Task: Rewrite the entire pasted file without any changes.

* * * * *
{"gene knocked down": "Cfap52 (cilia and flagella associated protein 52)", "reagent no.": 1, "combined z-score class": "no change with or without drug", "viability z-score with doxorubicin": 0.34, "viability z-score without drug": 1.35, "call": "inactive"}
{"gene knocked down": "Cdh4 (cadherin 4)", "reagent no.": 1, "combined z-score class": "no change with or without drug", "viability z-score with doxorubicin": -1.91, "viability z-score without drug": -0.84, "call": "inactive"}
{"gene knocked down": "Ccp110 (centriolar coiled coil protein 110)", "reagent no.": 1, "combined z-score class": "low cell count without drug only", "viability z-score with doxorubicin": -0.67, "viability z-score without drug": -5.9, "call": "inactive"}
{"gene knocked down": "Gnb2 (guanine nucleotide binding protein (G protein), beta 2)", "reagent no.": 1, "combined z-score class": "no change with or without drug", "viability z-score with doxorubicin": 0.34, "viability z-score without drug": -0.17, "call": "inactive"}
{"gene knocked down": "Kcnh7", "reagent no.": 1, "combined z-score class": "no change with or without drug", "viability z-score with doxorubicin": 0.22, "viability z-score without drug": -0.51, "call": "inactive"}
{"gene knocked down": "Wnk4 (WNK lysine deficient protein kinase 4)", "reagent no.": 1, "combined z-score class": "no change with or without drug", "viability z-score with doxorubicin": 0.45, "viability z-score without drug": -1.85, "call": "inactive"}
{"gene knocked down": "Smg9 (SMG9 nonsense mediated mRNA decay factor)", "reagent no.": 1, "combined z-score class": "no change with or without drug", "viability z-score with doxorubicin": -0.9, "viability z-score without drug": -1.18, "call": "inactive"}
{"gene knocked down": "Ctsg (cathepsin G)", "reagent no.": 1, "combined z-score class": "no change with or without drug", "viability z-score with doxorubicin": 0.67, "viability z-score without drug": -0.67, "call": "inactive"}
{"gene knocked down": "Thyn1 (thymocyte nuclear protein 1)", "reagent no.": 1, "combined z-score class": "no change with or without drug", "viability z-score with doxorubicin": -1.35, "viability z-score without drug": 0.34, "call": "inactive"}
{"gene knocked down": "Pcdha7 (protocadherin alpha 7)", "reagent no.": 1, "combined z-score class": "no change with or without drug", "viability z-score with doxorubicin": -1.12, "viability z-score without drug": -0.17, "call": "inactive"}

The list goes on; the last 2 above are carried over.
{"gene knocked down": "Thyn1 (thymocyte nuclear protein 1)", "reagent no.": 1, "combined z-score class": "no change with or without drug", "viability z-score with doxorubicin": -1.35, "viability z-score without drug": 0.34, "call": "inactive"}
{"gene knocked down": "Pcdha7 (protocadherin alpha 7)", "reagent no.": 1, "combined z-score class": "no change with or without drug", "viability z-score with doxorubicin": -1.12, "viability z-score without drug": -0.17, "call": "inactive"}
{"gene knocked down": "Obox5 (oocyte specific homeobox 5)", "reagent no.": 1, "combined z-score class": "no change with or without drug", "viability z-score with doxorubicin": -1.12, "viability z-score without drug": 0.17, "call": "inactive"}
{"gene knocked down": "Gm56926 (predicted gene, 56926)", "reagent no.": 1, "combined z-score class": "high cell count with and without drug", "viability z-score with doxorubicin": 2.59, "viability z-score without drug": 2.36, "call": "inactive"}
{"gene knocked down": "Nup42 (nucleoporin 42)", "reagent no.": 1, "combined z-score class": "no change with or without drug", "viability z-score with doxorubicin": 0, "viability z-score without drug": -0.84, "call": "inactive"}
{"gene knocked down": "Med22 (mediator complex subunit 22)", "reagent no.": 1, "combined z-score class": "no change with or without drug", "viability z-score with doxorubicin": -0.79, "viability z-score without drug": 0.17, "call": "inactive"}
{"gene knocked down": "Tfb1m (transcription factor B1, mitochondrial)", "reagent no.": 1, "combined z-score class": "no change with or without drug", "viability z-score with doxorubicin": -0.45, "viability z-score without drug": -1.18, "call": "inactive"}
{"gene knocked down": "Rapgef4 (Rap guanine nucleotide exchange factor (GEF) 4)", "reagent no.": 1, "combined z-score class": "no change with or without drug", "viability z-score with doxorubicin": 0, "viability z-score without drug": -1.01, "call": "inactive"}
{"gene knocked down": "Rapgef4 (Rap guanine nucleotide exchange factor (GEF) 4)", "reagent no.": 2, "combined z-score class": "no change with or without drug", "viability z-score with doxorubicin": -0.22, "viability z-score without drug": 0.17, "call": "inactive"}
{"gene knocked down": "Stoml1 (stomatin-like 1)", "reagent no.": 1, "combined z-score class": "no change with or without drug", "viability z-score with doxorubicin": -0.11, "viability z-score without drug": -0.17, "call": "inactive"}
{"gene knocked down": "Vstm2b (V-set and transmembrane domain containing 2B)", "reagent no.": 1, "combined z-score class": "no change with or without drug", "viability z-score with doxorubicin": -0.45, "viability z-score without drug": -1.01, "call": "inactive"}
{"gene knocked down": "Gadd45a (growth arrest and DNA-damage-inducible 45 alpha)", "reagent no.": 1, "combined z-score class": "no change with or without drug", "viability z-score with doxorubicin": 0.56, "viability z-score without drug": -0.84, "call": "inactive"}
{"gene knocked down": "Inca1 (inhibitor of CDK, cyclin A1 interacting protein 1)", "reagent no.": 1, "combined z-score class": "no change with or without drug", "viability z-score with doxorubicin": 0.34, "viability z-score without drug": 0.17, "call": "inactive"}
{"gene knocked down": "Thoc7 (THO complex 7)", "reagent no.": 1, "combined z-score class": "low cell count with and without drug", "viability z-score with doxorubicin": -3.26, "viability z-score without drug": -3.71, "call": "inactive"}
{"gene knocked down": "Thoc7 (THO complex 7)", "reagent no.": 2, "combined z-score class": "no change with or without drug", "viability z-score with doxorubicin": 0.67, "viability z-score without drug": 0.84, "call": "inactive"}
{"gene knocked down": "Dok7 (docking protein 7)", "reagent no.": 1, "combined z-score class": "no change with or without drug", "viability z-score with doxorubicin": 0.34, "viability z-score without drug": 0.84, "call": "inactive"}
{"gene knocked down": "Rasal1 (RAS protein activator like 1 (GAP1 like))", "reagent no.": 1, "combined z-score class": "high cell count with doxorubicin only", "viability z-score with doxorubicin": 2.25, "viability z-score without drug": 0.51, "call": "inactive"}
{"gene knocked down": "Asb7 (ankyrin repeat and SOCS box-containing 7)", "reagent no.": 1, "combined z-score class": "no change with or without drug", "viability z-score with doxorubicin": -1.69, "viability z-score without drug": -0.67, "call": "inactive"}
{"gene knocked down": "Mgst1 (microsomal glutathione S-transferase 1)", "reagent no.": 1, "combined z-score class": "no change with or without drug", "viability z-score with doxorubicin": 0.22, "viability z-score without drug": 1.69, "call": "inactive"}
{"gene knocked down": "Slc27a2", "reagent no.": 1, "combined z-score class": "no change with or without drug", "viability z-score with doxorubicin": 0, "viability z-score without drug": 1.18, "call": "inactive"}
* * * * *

{"gene knocked down": "Cfap52 (cilia and flagella associated protein 52)", "reagent no.": 1, "combined z-score class": "no change with or without drug", "viability z-score with doxorubicin": 0.34, "viability z-score without drug": 1.35, "call": "inactive"}
{"gene knocked down": "Cdh4 (cadherin 4)", "reagent no.": 1, "combined z-score class": "no change with or without drug", "viability z-score with doxorubicin": -1.91, "viability z-score without drug": -0.84, "call": "inactive"}
{"gene knocked down": "Ccp110 (centriolar coiled coil protein 110)", "reagent no.": 1, "combined z-score class": "low cell count without drug only", "viability z-score with doxorubicin": -0.67, "viability z-score without drug": -5.9, "call": "inactive"}
{"gene knocked down": "Gnb2 (guanine nucleotide binding protein (G protein), beta 2)", "reagent no.": 1, "combined z-score class": "no change with or without drug", "viability z-score with doxorubicin": 0.34, "viability z-score without drug": -0.17, "call": "inactive"}
{"gene knocked down": "Kcnh7", "reagent no.": 1, "combined z-score class": "no change with or without drug", "viability z-score with doxorubicin": 0.22, "viability z-score without drug": -0.51, "call": "inactive"}
{"gene knocked down": "Wnk4 (WNK lysine deficient protein kinase 4)", "reagent no.": 1, "combined z-score class": "no change with or without drug", "viability z-score with doxorubicin": 0.45, "viability z-score without drug": -1.85, "call": "inactive"}
{"gene knocked down": "Smg9 (SMG9 nonsense mediated mRNA decay factor)", "reagent no.": 1, "combined z-score class": "no change with or without drug", "viability z-score with doxorubicin": -0.9, "viability z-score without drug": -1.18, "call": "inactive"}
{"gene knocked down": "Ctsg (cathepsin G)", "reagent no.": 1, "combined z-score class": "no change with or without drug", "viability z-score with doxorubicin": 0.67, "viability z-score without drug": -0.67, "call": "inactive"}
{"gene knocked down": "Thyn1 (thymocyte nuclear protein 1)", "reagent no.": 1, "combined z-score class": "no change with or without drug", "viability z-score with doxorubicin": -1.35, "viability z-score without drug": 0.34, "call": "inactive"}
{"gene knocked down": "Pcdha7 (protocadherin alpha 7)", "reagent no.": 1, "combined z-score class": "no change with or without drug", "viability z-score with doxorubicin": -1.12, "viability z-score without drug": -0.17, "call": "inactive"}

The list goes on; the last 2 above are carried over.
{"gene knocked down": "Thyn1 (thymocyte nuclear protein 1)", "reagent no.": 1, "combined z-score class": "no change with or without drug", "viability z-score with doxorubicin": -1.35, "viability z-score without drug": 0.34, "call": "inactive"}
{"gene knocked down": "Pcdha7 (protocadherin alpha 7)", "reagent no.": 1, "combined z-score class": "no change with or without drug", "viability z-score with doxorubicin": -1.12, "viability z-score without drug": -0.17, "call": "inactive"}
{"gene knocked down": "Obox5 (oocyte specific homeobox 5)", "reagent no.": 1, "combined z-score class": "no change with or without drug", "viability z-score with doxorubicin": -1.12, "viability z-score without drug": 0.17, "call": "inactive"}
{"gene knocked down": "Gm56926 (predicted gene, 56926)", "reagent no.": 1, "combined z-score class": "high cell count with and without drug", "viability z-score with doxorubicin": 2.59, "viability z-score without drug": 2.36, "call": "inactive"}
{"gene knocked down": "Nup42 (nucleoporin 42)", "reagent no.": 1, "combined z-score class": "no change with or without drug", "viability z-score with doxorubicin": 0, "viability z-score without drug": -0.84, "call": "inactive"}
{"gene knocked down": "Med22 (mediator complex subunit 22)", "reagent no.": 1, "combined z-score class": "no change with or without drug", "viability z-score with doxorubicin": -0.79, "viability z-score without drug": 0.17, "call": "inactive"}
{"gene knocked down": "Tfb1m (transcription factor B1, mitochondrial)", "reagent no.": 1, "combined z-score class": "no change with or without drug", "viability z-score with doxorubicin": -0.45, "viability z-score without drug": -1.18, "call": "inactive"}
{"gene knocked down": "Rapgef4 (Rap guanine nucleotide exchange factor (GEF) 4)", "reagent no.": 1, "combined z-score class": "no change with or without drug", "viability z-score with doxorubicin": 0, "viability z-score without drug": -1.01, "call": "inactive"}
{"gene knocked down": "Rapgef4 (Rap guanine nucleotide exchange factor (GEF) 4)", "reagent no.": 2, "combined z-score class": "no change with or without drug", "viability z-score with doxorubicin": -0.22, "viability z-score without drug": 0.17, "call": "inactive"}
{"gene knocked down": "Stoml1 (stomatin-like 1)", "reagent no.": 1, "combined z-score class": "no change with or without drug", "viability z-score with doxorubicin": -0.11, "viability z-score without drug": -0.17, "call": "inactive"}
{"gene knocked down": "Vstm2b (V-set and transmembrane domain containing 2B)", "reagent no.": 1, "combined z-score class": "no change with or without drug", "viability z-score with doxorubicin": -0.45, "viability z-score without drug": -1.01, "call": "inactive"}
{"gene knocked down": "Gadd45a (growth arrest and DNA-damage-inducible 45 alpha)", "reagent no.": 1, "combined z-score class": "no change with or without drug", "viability z-score with doxorubicin": 0.56, "viability z-score without drug": -0.84, "call": "inactive"}
{"gene knocked down": "Inca1 (inhibitor of CDK, cyclin A1 interacting protein 1)", "reagent no.": 1, "combined z-score class": "no change with or without drug", "viability z-score with doxorubicin": 0.34, "viability z-score without drug": 0.17, "call": "inactive"}
{"gene knocked down": "Thoc7 (THO complex 7)", "reagent no.": 1, "combined z-score class": "low cell count with and without drug", "viability z-score with doxorubicin": -3.26, "viability z-score without drug": -3.71, "call": "inactive"}
{"gene knocked down": "Thoc7 (THO complex 7)", "reagent no.": 2, "combined z-score class": "no change with or without drug", "viability z-score with doxorubicin": 0.67, "viability z-score without drug": 0.84, "call": "inactive"}
{"gene knocked down": "Dok7 (docking protein 7)", "reagent no.": 1, "combined z-score class": "no change with or without drug", "viability z-score with doxorubicin": 0.34, "viability z-score without drug": 0.84, "call": "inactive"}
{"gene knocked down": "Rasal1 (RAS protein activator like 1 (GAP1 like))", "reagent no.": 1, "combined z-score class": "high cell count with doxorubicin only", "viability z-score with doxorubicin": 2.25, "viability z-score without drug": 0.51, "call": "inactive"}
{"gene knocked down": "Asb7 (ankyrin repeat and SOCS box-containing 7)", "reagent no.": 1, "combined z-score class": "no change with or without drug", "viability z-score with doxorubicin": -1.69, "viability z-score without drug": -0.67, "call": "inactive"}
{"gene knocked down": "Mgst1 (microsomal glutathione S-transferase 1)", "reagent no.": 1, "combined z-score class": "no change with or without drug", "viability z-score with doxorubicin": 0.22, "viability z-score without drug": 1.69, "call": "inactive"}
{"gene knocked down": "Slc27a2", "reagent no.": 1, "combined z-score class": "no change with or without drug", "viability z-score with doxorubicin": 0, "viability z-score without drug": 1.18, "call": "inactive"}